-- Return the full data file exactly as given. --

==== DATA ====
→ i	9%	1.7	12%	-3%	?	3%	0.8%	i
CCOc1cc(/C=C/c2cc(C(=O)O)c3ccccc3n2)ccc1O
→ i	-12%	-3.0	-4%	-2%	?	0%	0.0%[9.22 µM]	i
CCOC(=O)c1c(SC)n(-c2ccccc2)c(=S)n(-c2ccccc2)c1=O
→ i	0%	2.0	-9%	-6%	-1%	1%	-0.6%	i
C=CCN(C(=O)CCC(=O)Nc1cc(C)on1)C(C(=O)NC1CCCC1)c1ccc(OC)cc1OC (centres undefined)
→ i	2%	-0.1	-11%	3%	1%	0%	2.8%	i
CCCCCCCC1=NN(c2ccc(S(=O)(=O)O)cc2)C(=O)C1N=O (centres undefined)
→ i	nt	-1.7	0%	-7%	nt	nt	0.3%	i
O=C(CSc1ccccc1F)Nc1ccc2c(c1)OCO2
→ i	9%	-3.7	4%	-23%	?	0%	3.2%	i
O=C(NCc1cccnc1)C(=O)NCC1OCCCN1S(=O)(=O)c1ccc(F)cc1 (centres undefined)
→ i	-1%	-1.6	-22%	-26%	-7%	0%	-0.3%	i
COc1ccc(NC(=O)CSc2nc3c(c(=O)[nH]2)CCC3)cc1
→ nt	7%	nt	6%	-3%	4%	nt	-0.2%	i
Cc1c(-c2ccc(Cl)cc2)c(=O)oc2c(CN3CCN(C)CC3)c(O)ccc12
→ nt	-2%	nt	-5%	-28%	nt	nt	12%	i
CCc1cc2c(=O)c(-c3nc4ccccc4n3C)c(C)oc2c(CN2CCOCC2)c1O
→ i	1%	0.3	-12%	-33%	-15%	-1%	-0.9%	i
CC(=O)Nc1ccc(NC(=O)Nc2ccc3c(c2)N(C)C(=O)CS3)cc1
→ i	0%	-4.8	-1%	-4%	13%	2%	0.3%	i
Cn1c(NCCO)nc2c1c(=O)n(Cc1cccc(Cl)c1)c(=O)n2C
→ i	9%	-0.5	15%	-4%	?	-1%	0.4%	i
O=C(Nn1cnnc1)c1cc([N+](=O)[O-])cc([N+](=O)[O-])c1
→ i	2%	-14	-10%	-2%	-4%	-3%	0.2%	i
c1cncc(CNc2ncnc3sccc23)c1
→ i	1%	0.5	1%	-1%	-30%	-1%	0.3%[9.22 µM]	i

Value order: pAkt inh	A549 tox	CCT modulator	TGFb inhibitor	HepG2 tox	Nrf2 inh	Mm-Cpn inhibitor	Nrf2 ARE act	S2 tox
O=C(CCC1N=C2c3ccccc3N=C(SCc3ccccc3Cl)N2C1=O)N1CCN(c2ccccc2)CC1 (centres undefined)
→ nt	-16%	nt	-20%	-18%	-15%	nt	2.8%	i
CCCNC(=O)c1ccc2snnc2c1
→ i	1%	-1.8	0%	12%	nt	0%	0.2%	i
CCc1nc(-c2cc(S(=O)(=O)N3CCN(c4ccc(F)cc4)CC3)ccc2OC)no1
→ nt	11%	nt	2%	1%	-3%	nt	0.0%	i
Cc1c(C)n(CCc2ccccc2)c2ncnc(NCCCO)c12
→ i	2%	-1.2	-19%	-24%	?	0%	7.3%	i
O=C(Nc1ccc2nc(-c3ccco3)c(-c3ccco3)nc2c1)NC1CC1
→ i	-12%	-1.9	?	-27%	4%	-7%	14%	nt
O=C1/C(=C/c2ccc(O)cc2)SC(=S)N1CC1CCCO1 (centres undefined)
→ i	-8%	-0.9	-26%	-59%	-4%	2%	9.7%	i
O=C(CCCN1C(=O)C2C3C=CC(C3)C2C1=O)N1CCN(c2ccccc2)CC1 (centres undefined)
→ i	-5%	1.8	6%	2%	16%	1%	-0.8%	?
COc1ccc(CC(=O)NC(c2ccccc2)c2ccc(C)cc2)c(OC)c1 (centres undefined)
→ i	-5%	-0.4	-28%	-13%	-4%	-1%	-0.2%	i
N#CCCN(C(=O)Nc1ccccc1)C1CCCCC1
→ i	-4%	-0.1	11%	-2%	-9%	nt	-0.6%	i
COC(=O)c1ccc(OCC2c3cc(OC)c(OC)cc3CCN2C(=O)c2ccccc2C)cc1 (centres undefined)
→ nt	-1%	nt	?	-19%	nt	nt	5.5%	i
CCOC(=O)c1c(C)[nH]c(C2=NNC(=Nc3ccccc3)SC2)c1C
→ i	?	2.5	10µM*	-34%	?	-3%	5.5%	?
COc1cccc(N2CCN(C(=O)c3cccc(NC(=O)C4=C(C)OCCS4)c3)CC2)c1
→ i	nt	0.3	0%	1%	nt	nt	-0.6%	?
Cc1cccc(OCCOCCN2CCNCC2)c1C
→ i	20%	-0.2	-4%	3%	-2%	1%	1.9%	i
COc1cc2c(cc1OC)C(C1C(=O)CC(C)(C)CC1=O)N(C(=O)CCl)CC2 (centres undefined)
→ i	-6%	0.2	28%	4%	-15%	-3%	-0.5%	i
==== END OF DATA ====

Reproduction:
→ i	9%	1.7	12%	-3%	?	3%	0.8%	i
CCOc1cc(/C=C/c2cc(C(=O)O)c3ccccc3n2)ccc1O
→ i	-12%	-3.0	-4%	-2%	?	0%	0.0%[9.22 µM]	i
CCOC(=O)c1c(SC)n(-c2ccccc2)c(=S)n(-c2ccccc2)c1=O
→ i	0%	2.0	-9%	-6%	-1%	1%	-0.6%	i
C=CCN(C(=O)CCC(=O)Nc1cc(C)on1)C(C(=O)NC1CCCC1)c1ccc(OC)cc1OC (centres undefined)
→ i	2%	-0.1	-11%	3%	1%	0%	2.8%	i
CCCCCCCC1=NN(c2ccc(S(=O)(=O)O)cc2)C(=O)C1N=O (centres undefined)
→ i	nt	-1.7	0%	-7%	nt	nt	0.3%	i
O=C(CSc1ccccc1F)Nc1ccc2c(c1)OCO2
→ i	9%	-3.7	4%	-23%	?	0%	3.2%	i
O=C(NCc1cccnc1)C(=O)NCC1OCCCN1S(=O)(=O)c1ccc(F)cc1 (centres undefined)
→ i	-1%	-1.6	-22%	-26%	-7%	0%	-0.3%	i
COc1ccc(NC(=O)CSc2nc3c(c(=O)[nH]2)CCC3)cc1
→ nt	7%	nt	6%	-3%	4%	nt	-0.2%	i
Cc1c(-c2ccc(Cl)cc2)c(=O)oc2c(CN3CCN(C)CC3)c(O)ccc12
→ nt	-2%	nt	-5%	-28%	nt	nt	12%	i
CCc1cc2c(=O)c(-c3nc4ccccc4n3C)c(C)oc2c(CN2CCOCC2)c1O
→ i	1%	0.3	-12%	-33%	-15%	-1%	-0.9%	i
CC(=O)Nc1ccc(NC(=O)Nc2ccc3c(c2)N(C)C(=O)CS3)cc1
→ i	0%	-4.8	-1%	-4%	13%	2%	0.3%	i
Cn1c(NCCO)nc2c1c(=O)n(Cc1cccc(Cl)c1)c(=O)n2C
→ i	9%	-0.5	15%	-4%	?	-1%	0.4%	i
O=C(Nn1cnnc1)c1cc([N+](=O)[O-])cc([N+](=O)[O-])c1
→ i	2%	-14	-10%	-2%	-4%	-3%	0.2%	i
c1cncc(CNc2ncnc3sccc23)c1
→ i	1%	0.5	1%	-1%	-30%	-1%	0.3%[9.22 µM]	i

Value order: pAkt inh	A549 tox	CCT modulator	TGFb inhibitor	HepG2 tox	Nrf2 inh	Mm-Cpn inhibitor	Nrf2 ARE act	S2 tox
O=C(CCC1N=C2c3ccccc3N=C(SCc3ccccc3Cl)N2C1=O)N1CCN(c2ccccc2)CC1 (centres undefined)
→ nt	-16%	nt	-20%	-18%	-15%	nt	2.8%	i
CCCNC(=O)c1ccc2snnc2c1
→ i	1%	-1.8	0%	12%	nt	0%	0.2%	i
CCc1nc(-c2cc(S(=O)(=O)N3CCN(c4ccc(F)cc4)CC3)ccc2OC)no1
→ nt	11%	nt	2%	1%	-3%	nt	0.0%	i
Cc1c(C)n(CCc2ccccc2)c2ncnc(NCCCO)c12
→ i	2%	-1.2	-19%	-24%	?	0%	7.3%	i
O=C(Nc1ccc2nc(-c3ccco3)c(-c3ccco3)nc2c1)NC1CC1
→ i	-12%	-1.9	?	-27%	4%	-7%	14%	nt
O=C1/C(=C/c2ccc(O)cc2)SC(=S)N1CC1CCCO1 (centres undefined)
→ i	-8%	-0.9	-26%	-59%	-4%	2%	9.7%	i
O=C(CCCN1C(=O)C2C3C=CC(C3)C2C1=O)N1CCN(c2ccccc2)CC1 (centres undefined)
→ i	-5%	1.8	6%	2%	16%	1%	-0.8%	?
COc1ccc(CC(=O)NC(c2ccccc2)c2ccc(C)cc2)c(OC)c1 (centres undefined)
→ i	-5%	-0.4	-28%	-13%	-4%	-1%	-0.2%	i
N#CCCN(C(=O)Nc1ccccc1)C1CCCCC1
→ i	-4%	-0.1	11%	-2%	-9%	nt	-0.6%	i
COC(=O)c1ccc(OCC2c3cc(OC)c(OC)cc3CCN2C(=O)c2ccccc2C)cc1 (centres undefined)
→ nt	-1%	nt	?	-19%	nt	nt	5.5%	i
CCOC(=O)c1c(C)[nH]c(C2=NNC(=Nc3ccccc3)SC2)c1C
→ i	?	2.5	10µM*	-34%	?	-3%	5.5%	?
COc1cccc(N2CCN(C(=O)c3cccc(NC(=O)C4=C(C)OCCS4)c3)CC2)c1
→ i	nt	0.3	0%	1%	nt	nt	-0.6%	?
Cc1cccc(OCCOCCN2CCNCC2)c1C
→ i	20%	-0.2	-4%	3%	-2%	1%	1.9%	i
COc1cc2c(cc1OC)C(C1C(=O)CC(C)(C)CC1=O)N(C(=O)CCl)CC2 (centres undefined)
→ i	-6%	0.2	28%	4%	-15%	-3%	-0.5%	i